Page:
Having spent time in the south of France, I would think you will be ok, by sticking with fresh fish, salads, veggies, which is what you will find all over anyway. And cheese!

have a great time, and let us know how it goes!!

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ok i'm gonna post this one last time... ;)

there's plenty of gluten and dairy free food in France. They are celiac-aware...it is not that hard...but of course, it is your choice. good luck.

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I have a 8 day trip in Cannes, France coming up and am absolutely dreading it (who would ever dread a trip to France?)

I have no idea how Im gonna survive out there and dont want to not enjoy myself because of the food issue. I will be there for a sales meeting for 5 days and a lot of the food will be already prepared and catered for my company (at least during the day) and at night everyone is gonna wanna go to the french restaurants. I feel like no matter how careful I am, im still going to get hit with gluten and dairy..its just inevitable. so im thinking I should just embrace it, enjoy the trip and get back on track when I return.

Fortunately (or unfortunately) I dont get severe symptoms so i wouldnt be in that bad of shape if i were to get gluten. I just dont see any way around it without looking like a complete psycho in front of the 500 people in my company

any suggestions ?

Jason...one of the surprises I had when traveling to Europe was the French were actually the easiest people to obtain a gluten-free meal from. Ok...I have never been to France but when in London, where there are many 1st generation French who open restaurants, I usually have the least amount of trouble dining there. Not everything needs the sauce and bread can easily be passed by. They do fantastic salads, grilled fish and chicken, potatoes are mandatory on a French menu and there is always mousse for dessert! Really, I tend to seek out the French places and I have never been glutened once when dining a la Francaise! Relax, and I am sure when you dine out at night, you'll be surprised at what you CAN have. Also, do not assume all sauces contain wheat. That is more of an American thing and many French will reduce their sauces to the right consistency and not add wheat to thicken it up.

Enjoy yourself, dude, because I am jealous! ;) Cannes? Your company knows how to choose a good place for meetings!

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You might want to invest in a diner's card that is written in French/English. I bought a set of them from Triumph Dining. Very useful. Anyway, from what I hear Europe is light-years beyond the US in recognizing and dealing civilly with Celiac disease sufferers, so I doubt you'll have any issues.

I think maybe guys suffer a little more from the social aspects of the disease. Having to make their needs known to co-workers or supervisors might be an issue you're struggling with. Maybe being blessed with estrogen makes it not so bad but I let my employer know and they bend over backwards for me. But they're pretty exceptional people too.

On the other hand, I spent 2 weeks in Paris before I figured out my gluten intolerance issues and man, I sure enjoyed the bread. I guess I'd have to weigh the possible misery I'd be suffering versus the transitory pleasure. Is it worth it to be sick while away from home for a little gustatory indulgence?

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There are plenty of ways to discreetly inquire about gluten free menus/items at a restaurant. You can call ahead, pull the greeter aside and ask, or simply ask the waiter when he/she comes around taking drink orders. The French pride themselves on their culinary accomplishments so you'll likely find that France is the best place to be gluten free!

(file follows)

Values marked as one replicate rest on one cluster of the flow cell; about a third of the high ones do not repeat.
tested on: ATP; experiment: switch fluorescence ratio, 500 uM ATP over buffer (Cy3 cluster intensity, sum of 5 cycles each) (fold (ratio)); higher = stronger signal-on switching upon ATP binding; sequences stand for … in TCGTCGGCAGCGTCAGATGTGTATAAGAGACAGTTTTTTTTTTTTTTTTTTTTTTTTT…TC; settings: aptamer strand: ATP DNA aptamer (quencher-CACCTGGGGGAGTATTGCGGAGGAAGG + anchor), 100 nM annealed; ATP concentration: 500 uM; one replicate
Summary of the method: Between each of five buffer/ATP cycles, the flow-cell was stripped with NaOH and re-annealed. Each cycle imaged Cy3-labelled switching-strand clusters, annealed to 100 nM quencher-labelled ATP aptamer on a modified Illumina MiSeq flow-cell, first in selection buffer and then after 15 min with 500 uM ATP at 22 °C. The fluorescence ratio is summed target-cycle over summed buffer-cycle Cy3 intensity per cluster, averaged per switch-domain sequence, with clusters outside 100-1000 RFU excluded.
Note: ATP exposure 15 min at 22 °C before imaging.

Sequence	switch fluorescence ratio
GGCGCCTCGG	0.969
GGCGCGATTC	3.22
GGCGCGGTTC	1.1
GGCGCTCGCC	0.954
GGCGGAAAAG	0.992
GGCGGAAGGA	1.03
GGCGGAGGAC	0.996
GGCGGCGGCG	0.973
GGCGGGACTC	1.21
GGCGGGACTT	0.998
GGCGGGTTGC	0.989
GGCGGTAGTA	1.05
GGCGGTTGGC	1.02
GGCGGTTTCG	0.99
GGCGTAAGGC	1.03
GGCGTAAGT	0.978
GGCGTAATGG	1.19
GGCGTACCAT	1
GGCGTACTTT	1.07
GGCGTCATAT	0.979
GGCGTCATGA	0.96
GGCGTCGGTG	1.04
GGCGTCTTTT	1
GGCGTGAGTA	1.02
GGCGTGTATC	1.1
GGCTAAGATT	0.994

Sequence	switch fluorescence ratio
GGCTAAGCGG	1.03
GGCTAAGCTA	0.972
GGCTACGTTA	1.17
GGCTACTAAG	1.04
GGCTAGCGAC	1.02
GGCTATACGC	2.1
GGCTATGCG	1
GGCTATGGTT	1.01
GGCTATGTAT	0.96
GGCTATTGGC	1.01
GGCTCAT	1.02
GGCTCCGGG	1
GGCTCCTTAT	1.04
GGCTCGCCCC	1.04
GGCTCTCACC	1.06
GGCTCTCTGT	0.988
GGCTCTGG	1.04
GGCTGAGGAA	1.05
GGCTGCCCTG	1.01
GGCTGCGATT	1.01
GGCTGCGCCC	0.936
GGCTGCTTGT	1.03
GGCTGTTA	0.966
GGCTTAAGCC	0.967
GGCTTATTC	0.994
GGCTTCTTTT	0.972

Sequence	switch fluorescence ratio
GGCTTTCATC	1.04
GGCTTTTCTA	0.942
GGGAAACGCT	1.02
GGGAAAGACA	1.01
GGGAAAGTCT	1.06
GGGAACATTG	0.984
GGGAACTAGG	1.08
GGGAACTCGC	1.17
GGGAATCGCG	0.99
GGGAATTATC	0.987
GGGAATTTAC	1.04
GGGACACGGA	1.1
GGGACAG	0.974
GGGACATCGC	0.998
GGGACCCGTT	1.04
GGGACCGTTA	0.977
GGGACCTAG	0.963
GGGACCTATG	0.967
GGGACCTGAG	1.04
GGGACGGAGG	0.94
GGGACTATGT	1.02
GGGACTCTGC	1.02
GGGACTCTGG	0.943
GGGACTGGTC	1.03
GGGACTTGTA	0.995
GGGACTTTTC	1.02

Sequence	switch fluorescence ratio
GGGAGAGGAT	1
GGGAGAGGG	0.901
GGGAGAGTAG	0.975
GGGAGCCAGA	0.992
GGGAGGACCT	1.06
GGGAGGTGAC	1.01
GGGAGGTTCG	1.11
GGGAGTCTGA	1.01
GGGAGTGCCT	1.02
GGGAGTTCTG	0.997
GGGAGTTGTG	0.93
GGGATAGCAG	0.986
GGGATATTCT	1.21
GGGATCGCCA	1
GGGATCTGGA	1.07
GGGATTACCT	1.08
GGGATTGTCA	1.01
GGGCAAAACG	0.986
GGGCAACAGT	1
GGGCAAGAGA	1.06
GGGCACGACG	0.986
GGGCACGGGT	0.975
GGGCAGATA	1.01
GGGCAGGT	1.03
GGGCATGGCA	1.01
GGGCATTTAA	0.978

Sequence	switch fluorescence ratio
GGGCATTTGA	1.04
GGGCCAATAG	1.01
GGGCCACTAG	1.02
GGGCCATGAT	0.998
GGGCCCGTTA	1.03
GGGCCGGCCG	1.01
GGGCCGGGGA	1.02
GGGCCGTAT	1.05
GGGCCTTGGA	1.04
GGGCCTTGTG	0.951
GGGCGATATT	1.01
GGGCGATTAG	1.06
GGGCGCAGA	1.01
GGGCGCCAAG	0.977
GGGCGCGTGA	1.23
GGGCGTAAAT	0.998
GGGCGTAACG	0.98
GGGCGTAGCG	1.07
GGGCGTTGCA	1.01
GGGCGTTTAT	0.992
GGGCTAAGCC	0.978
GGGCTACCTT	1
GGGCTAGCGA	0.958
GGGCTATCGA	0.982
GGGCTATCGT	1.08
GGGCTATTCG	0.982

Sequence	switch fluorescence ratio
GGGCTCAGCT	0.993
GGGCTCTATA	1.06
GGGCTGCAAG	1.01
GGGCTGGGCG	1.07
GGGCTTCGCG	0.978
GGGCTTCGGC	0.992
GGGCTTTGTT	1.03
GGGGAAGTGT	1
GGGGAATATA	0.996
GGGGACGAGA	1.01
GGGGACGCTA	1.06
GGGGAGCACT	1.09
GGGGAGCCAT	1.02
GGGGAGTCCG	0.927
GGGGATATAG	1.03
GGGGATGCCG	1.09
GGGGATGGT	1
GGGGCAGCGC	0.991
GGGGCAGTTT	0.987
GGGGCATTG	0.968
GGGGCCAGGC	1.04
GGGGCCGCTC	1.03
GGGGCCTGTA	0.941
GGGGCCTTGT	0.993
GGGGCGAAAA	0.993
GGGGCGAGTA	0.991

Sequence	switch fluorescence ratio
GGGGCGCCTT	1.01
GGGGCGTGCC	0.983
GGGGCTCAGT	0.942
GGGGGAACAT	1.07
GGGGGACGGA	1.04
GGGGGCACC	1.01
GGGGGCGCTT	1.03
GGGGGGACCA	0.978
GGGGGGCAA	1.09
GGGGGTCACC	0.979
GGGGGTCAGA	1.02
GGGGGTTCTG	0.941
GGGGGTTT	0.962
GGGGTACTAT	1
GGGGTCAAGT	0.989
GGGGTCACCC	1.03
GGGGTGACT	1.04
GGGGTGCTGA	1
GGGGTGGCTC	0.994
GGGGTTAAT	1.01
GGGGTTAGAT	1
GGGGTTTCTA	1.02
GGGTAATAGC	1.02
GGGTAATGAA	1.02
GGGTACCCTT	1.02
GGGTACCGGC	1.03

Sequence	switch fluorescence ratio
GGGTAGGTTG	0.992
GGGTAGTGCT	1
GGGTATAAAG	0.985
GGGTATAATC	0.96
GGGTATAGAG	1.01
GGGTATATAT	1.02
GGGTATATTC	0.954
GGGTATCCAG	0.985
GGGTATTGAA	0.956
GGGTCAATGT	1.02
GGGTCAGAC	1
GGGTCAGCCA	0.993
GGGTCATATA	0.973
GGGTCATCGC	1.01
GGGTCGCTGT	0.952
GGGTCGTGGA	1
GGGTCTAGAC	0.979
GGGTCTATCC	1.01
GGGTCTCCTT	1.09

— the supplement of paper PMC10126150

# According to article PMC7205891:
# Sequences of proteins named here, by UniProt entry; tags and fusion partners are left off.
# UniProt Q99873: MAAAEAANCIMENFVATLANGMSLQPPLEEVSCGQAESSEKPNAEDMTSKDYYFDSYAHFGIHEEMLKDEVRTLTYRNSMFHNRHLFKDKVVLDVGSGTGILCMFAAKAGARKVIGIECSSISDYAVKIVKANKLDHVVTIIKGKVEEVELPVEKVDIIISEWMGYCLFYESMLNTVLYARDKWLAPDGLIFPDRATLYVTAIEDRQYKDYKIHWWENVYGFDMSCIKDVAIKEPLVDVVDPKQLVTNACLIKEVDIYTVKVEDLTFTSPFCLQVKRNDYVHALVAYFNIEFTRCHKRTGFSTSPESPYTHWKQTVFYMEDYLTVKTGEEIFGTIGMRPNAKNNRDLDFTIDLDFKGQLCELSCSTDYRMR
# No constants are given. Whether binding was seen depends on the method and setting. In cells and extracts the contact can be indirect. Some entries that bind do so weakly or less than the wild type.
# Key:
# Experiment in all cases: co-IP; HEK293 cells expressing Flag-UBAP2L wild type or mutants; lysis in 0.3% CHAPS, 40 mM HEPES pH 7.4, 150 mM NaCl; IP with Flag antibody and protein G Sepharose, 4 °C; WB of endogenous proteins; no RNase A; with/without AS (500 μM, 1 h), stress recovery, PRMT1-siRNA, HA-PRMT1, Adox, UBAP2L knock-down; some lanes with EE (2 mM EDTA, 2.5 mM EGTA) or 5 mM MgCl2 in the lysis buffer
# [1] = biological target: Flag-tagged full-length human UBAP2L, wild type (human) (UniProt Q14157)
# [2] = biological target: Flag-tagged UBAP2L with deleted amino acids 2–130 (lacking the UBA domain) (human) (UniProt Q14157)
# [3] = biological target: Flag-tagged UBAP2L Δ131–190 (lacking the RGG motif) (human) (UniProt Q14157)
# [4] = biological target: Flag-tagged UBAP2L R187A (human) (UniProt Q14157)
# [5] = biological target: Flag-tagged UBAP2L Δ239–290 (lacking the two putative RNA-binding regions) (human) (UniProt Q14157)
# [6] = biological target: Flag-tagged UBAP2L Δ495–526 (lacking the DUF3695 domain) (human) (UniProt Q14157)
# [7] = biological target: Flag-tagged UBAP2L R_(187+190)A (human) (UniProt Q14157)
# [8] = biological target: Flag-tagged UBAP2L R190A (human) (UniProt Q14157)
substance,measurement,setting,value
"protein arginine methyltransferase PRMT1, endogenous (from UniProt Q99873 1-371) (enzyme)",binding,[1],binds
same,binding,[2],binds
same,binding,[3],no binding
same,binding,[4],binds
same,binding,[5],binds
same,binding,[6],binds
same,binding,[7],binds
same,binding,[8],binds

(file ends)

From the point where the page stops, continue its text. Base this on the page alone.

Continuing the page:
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My doctor told me he recently discovered Celiac in an 88yr old. Now if you can leave to 88 and not even know you had this business then you have done alright! May be an isolate case I am not entirely sure, but a week off say in between in 6 mths of being gluten-free I think is unlikely to affect major long time.

My hesitation to agree there is that my grandmother was diagnosed in her mid-70s. Up until the hospitalization that got her diagnosed, she'd been healthy and active with what she described as a chronically upset stomach. Then she started losing weight (she'd already been thin her whole life) and was admitted to the hospital when they realized she was malnourished. To make things worse, they hooked her up to an IV with gluten in it. She lost more weight. Lovely.

Finally they discovered her villi were simply gone. She'd managed well and relatively asymptomatically for 70+ years, but the damage was severe. She never fully recovered (was hooked up to an IV, had to use a walker, had constant tremors and frequent seizures) and died at what is a pretty young age in my family. The worst part is that her last three years of life were such a low quality -- health problem upon health problem and no independence.

So, yeah... you can function, and possibly for a long time, but the pay off is pretty bad. Justifying cheating for any period of time could start that slippery slope towards causing irreversible damage. Whether or not it's worth it is up to the individual, of course, but after witnessing what I did, I wouldn't take or encourage taking those chances.

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My hesitation to agree there is that my grandmother was diagnosed in her mid-70s. Up until the hospitalization that got her diagnosed, she'd been healthy and active with what she described as a chronically upset stomach. Then she started losing weight (she'd already been thin her whole life) and was admitted to the hospital when they realized she was malnourished. To make things worse, they hooked her up to an IV with gluten in it. She lost more weight. Lovely.

Taking gluten into your system through an IV will not cause an autoimmune reaction....it has to pass through your gut. Your grandmother probably just had so much damage, she would have lost weight anyway. It would have been harder for her to heal at her age.

I am very sorry she had to suffer so and I know how you feel. My grandmother, who I am convinced also had celiac disease, passed away in the early 90's and she weighed

about 78 pounds at the time of her death. They blamed it on dementia and said she forgot how to eat. What a bunch of baloney! I believe her dementia was caused by gluten and the reason she lost interest in food was because it made her feel bad to eat....and they blamed that on age. No wonder people get so sick from this disease and I wonder also how many actually die from undiagnosed celiac disease.